NEW YORK - A New York fashion designer admitted his role Wednesday in an alleged international bribery scheme involving the brother and nephew of former UN chief Ban Ki-moon, officials said.
Malcolm Harris, 53, pleaded guilty in a New York federal court to money laundering and wire fraud after pocketing a US$500,000 (S$694,650) bribe purportedly meant to persuade officials in an unnamed Middle Eastern country to purchase a 72-story building in Vietnam, the Department of Justice said in a statement.
The funds had been provided by Ban Ki-sang, a senior executive at South Korea's Keangnam Enterprises Co Ltd., and his son Joo Hyun Bahn, alias Dennis Bahn, who were attempting to sell the Hanoi skyscraper for US$800 million.
Ban is the brother of the former UN Secretary-General.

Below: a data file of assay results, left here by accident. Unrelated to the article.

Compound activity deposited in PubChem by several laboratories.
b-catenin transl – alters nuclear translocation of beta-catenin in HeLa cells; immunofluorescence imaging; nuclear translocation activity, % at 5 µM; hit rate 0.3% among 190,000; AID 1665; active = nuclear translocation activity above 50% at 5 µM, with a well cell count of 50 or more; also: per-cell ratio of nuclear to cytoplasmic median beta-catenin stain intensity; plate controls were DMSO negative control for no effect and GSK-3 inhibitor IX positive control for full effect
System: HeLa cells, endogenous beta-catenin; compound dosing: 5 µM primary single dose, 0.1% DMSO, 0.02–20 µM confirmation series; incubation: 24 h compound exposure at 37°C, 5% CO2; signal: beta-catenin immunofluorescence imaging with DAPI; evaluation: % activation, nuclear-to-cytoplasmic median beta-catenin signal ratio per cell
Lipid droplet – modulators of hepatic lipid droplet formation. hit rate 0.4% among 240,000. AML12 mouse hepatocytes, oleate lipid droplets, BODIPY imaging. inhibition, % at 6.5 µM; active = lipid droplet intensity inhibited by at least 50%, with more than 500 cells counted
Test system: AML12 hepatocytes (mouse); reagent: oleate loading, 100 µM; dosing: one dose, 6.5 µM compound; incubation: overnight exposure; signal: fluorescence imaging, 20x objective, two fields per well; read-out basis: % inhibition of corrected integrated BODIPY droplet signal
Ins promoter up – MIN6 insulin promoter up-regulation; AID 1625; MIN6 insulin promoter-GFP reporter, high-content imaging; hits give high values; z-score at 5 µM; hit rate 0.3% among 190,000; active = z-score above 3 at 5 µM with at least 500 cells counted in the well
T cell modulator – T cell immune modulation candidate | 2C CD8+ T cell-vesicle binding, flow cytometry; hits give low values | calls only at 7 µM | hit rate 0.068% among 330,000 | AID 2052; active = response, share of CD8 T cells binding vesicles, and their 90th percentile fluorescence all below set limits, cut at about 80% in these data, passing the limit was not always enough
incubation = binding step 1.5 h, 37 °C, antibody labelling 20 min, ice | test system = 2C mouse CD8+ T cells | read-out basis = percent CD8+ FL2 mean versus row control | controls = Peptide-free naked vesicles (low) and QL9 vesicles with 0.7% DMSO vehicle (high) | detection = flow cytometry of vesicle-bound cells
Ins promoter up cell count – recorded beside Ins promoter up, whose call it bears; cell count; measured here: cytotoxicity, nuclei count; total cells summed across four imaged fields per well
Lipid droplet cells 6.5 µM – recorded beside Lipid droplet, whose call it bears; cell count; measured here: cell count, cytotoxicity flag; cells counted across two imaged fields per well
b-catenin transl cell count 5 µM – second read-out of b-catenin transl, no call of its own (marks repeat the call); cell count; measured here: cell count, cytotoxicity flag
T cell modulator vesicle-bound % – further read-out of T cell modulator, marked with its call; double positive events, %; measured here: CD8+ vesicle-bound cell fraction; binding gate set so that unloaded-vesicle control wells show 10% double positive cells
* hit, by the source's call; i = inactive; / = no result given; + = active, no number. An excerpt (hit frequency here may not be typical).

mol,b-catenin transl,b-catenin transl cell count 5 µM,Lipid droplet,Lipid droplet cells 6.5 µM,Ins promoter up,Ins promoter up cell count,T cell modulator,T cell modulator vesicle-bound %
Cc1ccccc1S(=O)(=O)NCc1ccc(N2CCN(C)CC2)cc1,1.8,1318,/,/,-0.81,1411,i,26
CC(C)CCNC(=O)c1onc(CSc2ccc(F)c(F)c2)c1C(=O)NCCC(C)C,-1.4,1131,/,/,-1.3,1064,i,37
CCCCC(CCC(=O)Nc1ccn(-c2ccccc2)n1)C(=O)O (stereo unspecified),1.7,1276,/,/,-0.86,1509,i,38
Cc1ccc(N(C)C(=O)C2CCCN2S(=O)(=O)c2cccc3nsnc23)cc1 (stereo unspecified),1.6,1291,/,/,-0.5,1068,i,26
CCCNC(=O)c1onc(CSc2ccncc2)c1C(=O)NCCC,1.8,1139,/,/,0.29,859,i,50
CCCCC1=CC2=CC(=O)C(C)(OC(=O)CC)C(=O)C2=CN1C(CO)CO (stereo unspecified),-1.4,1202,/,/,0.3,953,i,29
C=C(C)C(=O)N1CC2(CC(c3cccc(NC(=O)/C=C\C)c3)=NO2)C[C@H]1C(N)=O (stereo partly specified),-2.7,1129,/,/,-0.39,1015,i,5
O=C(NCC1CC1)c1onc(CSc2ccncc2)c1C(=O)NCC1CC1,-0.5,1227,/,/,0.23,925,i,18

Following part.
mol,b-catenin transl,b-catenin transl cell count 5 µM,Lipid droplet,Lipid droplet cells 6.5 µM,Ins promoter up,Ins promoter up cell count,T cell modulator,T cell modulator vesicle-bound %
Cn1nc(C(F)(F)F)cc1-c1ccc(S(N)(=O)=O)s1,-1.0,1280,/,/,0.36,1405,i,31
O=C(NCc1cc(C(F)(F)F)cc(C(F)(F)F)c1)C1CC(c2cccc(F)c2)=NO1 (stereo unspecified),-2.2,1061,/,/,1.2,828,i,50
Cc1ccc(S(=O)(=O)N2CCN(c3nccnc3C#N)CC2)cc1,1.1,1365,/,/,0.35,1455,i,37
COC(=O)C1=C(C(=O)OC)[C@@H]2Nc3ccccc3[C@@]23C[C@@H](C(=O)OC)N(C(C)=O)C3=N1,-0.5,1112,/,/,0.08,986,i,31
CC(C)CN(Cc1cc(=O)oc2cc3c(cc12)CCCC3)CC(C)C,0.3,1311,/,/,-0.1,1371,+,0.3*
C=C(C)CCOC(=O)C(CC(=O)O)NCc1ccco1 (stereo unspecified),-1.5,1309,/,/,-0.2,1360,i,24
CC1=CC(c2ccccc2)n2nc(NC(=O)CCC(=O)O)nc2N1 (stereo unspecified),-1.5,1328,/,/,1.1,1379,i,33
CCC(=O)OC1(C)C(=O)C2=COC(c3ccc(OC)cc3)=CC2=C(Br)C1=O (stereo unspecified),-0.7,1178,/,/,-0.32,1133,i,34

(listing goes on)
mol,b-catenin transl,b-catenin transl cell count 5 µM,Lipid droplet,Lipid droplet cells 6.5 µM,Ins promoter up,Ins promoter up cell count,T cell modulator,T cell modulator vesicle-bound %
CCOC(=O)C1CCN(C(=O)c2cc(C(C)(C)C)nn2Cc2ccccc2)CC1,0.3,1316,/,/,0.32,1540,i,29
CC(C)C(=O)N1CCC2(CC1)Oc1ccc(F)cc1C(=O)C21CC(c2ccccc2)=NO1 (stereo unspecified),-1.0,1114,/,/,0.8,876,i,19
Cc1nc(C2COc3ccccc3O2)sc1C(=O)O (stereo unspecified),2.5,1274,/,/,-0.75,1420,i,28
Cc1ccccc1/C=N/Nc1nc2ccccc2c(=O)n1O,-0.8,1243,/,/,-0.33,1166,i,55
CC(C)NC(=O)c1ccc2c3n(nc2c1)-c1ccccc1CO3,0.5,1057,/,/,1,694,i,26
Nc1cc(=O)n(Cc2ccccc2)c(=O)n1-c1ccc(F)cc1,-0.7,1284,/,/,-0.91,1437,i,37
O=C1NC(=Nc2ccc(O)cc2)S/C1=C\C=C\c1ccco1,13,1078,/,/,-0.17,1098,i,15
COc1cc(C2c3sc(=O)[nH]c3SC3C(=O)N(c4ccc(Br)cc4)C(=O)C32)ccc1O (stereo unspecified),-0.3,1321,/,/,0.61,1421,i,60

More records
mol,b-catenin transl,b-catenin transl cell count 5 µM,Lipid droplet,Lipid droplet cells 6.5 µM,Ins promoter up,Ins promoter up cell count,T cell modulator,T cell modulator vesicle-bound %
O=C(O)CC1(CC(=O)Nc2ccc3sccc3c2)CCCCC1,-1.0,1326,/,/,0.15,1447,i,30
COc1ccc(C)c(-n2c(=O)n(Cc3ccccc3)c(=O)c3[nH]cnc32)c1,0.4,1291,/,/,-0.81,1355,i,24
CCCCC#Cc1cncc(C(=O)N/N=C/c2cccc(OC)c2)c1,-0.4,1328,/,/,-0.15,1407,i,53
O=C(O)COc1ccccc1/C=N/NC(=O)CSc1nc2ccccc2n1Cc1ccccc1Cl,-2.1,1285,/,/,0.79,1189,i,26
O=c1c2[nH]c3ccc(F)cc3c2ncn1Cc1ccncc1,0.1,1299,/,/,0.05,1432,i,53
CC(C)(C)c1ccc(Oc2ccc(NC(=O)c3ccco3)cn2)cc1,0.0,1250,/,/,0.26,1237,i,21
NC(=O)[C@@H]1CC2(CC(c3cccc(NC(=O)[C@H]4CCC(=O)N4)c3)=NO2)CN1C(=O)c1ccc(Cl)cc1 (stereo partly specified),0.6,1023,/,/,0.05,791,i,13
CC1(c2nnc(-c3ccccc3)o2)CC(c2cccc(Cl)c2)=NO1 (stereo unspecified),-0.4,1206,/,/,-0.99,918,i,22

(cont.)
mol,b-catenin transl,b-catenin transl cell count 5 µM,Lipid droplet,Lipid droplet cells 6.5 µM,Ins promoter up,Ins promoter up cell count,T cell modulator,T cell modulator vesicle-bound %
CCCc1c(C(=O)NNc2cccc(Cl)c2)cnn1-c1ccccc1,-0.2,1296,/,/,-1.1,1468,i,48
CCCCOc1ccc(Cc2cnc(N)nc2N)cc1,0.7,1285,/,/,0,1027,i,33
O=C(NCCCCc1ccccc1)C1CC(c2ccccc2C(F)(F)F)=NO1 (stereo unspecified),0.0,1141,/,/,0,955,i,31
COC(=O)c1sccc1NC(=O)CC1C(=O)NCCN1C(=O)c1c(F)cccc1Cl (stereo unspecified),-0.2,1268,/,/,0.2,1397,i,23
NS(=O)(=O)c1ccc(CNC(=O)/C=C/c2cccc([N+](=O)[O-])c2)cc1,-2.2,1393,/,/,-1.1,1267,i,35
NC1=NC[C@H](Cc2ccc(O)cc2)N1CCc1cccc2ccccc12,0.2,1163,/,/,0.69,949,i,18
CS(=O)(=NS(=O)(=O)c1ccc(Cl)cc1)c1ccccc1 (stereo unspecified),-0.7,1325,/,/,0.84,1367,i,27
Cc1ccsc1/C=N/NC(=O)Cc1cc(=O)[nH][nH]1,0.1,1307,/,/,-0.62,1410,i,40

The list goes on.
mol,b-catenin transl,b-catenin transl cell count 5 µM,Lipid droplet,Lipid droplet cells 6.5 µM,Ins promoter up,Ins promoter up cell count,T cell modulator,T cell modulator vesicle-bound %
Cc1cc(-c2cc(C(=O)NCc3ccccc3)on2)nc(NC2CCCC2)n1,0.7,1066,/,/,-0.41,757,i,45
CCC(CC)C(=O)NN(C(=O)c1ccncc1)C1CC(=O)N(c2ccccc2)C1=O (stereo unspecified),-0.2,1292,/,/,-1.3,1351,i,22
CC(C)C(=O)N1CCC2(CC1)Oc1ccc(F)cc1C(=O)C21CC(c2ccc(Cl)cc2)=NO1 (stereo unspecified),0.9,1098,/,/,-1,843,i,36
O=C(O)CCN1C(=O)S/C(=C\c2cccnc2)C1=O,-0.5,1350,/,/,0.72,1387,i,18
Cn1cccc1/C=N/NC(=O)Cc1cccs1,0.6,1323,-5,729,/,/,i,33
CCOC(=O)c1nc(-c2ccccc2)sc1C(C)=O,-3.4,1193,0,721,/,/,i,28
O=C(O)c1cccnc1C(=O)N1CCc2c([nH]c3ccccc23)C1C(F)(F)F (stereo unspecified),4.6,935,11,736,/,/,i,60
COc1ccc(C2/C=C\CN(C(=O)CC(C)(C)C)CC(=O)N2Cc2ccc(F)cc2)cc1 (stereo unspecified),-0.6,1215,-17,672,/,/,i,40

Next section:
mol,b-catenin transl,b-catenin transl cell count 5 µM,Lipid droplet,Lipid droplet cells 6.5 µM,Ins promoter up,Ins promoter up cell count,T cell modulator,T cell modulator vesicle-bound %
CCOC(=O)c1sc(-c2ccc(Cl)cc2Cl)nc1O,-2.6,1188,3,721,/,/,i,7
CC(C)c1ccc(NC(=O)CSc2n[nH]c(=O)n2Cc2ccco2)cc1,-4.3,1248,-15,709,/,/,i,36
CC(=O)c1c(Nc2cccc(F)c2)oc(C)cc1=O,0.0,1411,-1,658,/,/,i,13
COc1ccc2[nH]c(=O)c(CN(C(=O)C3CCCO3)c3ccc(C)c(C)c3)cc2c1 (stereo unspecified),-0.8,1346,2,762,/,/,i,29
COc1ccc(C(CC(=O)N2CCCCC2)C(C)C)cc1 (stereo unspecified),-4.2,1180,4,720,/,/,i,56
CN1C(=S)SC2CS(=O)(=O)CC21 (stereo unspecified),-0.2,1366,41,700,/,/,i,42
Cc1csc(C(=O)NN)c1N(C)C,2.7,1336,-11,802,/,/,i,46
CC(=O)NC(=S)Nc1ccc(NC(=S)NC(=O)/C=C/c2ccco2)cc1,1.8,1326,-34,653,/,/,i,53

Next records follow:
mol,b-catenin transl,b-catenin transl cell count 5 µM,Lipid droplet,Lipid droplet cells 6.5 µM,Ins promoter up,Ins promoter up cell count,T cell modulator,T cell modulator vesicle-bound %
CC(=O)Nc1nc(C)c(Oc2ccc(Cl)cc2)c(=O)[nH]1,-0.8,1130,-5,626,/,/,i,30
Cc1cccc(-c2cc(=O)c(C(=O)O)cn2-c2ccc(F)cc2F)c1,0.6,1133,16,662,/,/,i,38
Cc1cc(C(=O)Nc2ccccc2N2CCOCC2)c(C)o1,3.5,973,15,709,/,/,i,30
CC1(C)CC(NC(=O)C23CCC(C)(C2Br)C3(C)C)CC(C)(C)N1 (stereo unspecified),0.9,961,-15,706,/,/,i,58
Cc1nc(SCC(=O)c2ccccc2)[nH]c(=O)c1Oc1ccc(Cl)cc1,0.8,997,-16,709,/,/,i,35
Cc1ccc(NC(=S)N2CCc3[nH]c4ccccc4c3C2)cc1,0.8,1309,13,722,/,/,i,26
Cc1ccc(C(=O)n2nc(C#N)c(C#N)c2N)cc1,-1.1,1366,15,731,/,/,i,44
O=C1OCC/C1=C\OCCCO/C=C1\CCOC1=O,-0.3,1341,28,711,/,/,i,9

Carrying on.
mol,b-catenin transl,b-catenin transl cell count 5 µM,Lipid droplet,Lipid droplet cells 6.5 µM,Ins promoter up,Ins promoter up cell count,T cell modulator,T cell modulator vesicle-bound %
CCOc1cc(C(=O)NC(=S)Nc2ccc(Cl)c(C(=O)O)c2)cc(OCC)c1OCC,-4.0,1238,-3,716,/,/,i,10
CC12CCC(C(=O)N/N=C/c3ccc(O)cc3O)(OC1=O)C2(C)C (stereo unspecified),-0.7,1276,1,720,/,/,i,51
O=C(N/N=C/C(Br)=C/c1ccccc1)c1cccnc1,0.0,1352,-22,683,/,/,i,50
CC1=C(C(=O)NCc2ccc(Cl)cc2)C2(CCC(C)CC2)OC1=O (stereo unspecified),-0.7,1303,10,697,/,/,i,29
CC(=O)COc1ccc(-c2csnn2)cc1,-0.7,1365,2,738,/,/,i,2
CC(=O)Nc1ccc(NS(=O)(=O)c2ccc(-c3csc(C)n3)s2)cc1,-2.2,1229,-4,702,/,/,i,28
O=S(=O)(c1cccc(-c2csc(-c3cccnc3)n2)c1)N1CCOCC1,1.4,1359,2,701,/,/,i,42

Since 1977, the United States has criminalized the bribery of foreign officials to win business.
Under the law, US authorities often pursue foreign nationals if their conduct involves US territories, the US banking system or companies whose stock is traded in the United States.
An indictment unsealed in January also charged Sang Woo, also known as John Woo, with conspiracy to violate the Foreign Corrupt Practices Act.
Federal prosecutors believe that between March 2013 and May 2015, Harris, Bahn and Ban conspired to bribe an unidentified foreign official in the Middle East to secure the sale of the Landmark 72 Building, which had been built by Keangnam.
Harris falsely claimed to have connections to the foreign official, the Justice Department said in a statement, sending his alleged co-conspirators several phony emails purportedly written by that official.
In April 2014, Ban and Bahn allegedly agreed to pay a US$500,000 bribe upfront and US$2 million more once the sale closed.
But Harris pocketed the initial bribe, using it for lavish personal spending, including a luxury penthouse in Williamsburg, Brooklyn, the statement said.
A case against Bahn is currently under way in New York while Ban is a fugitive currently residing in South Korea, according to the Justice Department.